Good luck!
  • the many people on this site are long term pain sufferers and we have collectively been through every procedure and operation there is ..so you are in a right place for advice and support .i myself have been a member of the old and new spine health for around 5 years or so.i am in the uk so some things i say may be of no benefit to you.but i will try to help as will anyone else on here .if i were you i would get a referral to an orthopedic surgeon he/she may MRI/CT your back and from that normally a diagnosis will be made .you will be offered decent pain killers.{sleeping medication if required} and if PT is not working and all the other conservative measures have little or no benefit to you ..then surgery may be your only choice ..{but dont rush in to it without getting a surgeon there been recommended} spinal surgeons all not all equal i know been there and got the tee shirt! if surgery if your only way then be sure to get at least 3 opinions .in the mean time why not get yourself a TENS machine you could also try ice pack /heat ice sprays and memory foam items{like pillows /mattresses and overlays} make life easier for people like us with constant pain .once again welcome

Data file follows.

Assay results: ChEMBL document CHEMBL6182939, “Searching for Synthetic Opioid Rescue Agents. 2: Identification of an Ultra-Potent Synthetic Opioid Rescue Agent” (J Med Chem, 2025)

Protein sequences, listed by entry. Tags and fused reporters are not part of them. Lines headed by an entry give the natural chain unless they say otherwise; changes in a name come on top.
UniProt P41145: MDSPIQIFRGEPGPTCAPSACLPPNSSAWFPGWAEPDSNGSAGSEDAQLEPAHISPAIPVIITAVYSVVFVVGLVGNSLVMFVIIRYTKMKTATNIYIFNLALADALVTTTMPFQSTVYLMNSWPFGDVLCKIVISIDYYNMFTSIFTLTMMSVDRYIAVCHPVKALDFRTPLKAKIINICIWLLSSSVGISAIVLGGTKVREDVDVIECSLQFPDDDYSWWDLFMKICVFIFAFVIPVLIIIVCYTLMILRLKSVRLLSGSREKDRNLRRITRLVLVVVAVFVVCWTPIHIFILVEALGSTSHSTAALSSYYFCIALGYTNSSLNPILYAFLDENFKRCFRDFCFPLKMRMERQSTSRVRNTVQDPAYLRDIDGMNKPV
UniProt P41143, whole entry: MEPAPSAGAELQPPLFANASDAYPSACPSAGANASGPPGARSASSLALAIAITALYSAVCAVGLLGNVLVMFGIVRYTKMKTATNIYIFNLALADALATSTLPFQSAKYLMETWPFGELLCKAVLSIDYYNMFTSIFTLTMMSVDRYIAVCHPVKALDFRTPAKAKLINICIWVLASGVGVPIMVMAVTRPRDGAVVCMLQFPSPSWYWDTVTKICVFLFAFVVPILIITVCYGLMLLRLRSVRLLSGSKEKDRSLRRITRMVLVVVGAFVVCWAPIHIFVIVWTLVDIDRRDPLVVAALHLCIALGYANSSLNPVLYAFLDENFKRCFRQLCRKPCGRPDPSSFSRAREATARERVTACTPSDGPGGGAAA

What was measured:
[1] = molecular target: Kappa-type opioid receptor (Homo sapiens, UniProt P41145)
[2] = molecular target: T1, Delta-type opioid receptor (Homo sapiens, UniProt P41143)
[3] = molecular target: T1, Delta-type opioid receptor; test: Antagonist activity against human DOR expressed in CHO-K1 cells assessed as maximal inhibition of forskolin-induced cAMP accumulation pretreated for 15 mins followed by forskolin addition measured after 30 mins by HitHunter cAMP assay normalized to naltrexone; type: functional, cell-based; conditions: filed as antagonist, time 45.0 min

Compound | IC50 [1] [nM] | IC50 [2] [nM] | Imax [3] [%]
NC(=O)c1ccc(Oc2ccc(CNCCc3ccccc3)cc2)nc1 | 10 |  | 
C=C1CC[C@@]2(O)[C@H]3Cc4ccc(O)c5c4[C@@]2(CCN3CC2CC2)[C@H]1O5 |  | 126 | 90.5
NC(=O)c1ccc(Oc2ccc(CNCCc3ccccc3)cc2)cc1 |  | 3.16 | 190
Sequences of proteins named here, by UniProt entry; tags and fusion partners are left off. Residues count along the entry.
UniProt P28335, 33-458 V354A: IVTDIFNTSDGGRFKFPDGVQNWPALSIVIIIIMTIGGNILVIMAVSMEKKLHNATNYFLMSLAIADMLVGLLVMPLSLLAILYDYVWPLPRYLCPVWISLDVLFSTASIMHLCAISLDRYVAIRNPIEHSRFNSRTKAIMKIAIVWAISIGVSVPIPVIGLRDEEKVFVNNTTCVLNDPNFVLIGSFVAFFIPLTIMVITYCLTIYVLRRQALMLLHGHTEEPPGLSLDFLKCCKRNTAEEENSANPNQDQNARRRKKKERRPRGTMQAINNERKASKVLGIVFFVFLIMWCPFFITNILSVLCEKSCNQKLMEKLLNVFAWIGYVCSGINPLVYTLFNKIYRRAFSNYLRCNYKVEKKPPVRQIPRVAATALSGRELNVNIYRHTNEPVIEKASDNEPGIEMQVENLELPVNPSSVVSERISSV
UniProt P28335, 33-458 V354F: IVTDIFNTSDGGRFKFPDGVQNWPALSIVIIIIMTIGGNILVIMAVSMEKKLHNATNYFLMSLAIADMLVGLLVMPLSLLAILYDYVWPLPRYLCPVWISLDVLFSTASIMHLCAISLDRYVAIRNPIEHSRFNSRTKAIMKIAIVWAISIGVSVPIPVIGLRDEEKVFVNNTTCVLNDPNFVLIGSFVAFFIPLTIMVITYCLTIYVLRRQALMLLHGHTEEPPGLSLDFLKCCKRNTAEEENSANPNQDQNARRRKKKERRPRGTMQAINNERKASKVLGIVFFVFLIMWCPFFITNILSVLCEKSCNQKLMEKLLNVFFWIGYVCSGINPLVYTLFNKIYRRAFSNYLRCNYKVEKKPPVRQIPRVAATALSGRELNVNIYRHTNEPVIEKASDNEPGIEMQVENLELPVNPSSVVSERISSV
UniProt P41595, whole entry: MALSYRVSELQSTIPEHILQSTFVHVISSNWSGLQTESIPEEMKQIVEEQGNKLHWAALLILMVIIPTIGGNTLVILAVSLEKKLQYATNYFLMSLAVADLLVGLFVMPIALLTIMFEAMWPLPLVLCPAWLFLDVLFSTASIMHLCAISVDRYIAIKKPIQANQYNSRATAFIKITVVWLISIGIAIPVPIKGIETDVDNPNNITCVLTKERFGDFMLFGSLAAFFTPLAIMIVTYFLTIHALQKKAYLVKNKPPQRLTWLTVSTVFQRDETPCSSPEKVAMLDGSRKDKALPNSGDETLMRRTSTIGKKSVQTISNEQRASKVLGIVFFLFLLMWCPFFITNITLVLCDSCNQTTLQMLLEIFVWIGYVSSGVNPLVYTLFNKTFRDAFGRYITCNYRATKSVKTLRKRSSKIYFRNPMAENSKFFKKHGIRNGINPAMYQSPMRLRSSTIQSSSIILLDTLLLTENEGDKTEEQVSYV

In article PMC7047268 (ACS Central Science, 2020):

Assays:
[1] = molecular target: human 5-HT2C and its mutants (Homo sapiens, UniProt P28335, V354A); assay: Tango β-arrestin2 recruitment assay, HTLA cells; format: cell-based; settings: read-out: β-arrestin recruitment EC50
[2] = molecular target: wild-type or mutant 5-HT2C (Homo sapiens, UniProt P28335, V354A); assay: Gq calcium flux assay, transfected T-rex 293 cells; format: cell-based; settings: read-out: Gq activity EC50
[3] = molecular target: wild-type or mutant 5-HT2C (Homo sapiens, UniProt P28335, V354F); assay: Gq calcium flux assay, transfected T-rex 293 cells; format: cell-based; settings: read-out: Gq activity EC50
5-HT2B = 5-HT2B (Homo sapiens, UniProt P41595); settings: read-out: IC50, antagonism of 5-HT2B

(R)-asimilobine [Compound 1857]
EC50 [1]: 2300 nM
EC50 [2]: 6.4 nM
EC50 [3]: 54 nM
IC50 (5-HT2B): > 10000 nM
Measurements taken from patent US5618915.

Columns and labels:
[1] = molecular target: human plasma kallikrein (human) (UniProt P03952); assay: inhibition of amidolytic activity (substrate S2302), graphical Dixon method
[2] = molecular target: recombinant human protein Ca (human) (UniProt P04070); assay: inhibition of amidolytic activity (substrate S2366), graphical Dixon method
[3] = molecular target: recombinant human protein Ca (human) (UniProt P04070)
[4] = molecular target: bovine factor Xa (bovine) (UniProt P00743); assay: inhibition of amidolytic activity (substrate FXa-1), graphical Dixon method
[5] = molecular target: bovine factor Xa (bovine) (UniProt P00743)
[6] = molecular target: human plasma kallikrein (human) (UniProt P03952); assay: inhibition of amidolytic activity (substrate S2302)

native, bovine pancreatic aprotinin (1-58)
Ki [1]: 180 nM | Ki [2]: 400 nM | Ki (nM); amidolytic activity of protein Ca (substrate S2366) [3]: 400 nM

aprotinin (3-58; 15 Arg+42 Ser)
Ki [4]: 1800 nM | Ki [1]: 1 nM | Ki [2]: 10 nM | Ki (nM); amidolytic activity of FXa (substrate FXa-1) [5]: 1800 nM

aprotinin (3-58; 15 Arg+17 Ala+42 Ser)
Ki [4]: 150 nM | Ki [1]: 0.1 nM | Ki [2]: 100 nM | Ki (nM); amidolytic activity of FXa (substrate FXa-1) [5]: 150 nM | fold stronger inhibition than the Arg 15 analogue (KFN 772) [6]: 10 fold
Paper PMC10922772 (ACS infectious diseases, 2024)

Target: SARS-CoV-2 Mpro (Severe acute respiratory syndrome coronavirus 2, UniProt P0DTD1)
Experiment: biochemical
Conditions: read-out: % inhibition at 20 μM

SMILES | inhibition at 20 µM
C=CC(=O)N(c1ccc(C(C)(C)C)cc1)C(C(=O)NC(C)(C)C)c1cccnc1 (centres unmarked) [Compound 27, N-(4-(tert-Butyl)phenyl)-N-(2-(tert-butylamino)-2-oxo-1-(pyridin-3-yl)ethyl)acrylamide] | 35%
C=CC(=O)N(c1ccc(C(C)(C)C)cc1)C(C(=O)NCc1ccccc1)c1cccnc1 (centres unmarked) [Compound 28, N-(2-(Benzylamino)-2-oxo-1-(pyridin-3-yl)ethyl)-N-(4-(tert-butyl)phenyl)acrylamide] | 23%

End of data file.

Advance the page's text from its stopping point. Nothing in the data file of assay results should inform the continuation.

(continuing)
STRAKER
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  • Welcome to Spine-Health. There are a lot of informative articles, doctor-written and peer-reviewed, on this site that can tell you a about what's happening with regards to a herniated disc, treatments, etc. The forums are also a great place for support and experience from others that have gone through what you're going through.

    My suggestion is to find a fellowship-trained spine surgeon, be it ortho or neuro, but one who only works on the spine. Seeing a surgeon doesn't necessarily mean surgery, many times they'll suggest conservative treatments first to see if they help you or because it's required by your insurance. Since you've already tried injections without success, I think it's more important than ever now for you to find someone like this. My surgeon happens to be in a spine center that has these kind of surgeons, mine who specializes in severe cervical problems and others that specialize in lumbar, as well as physios and PTs all onsite.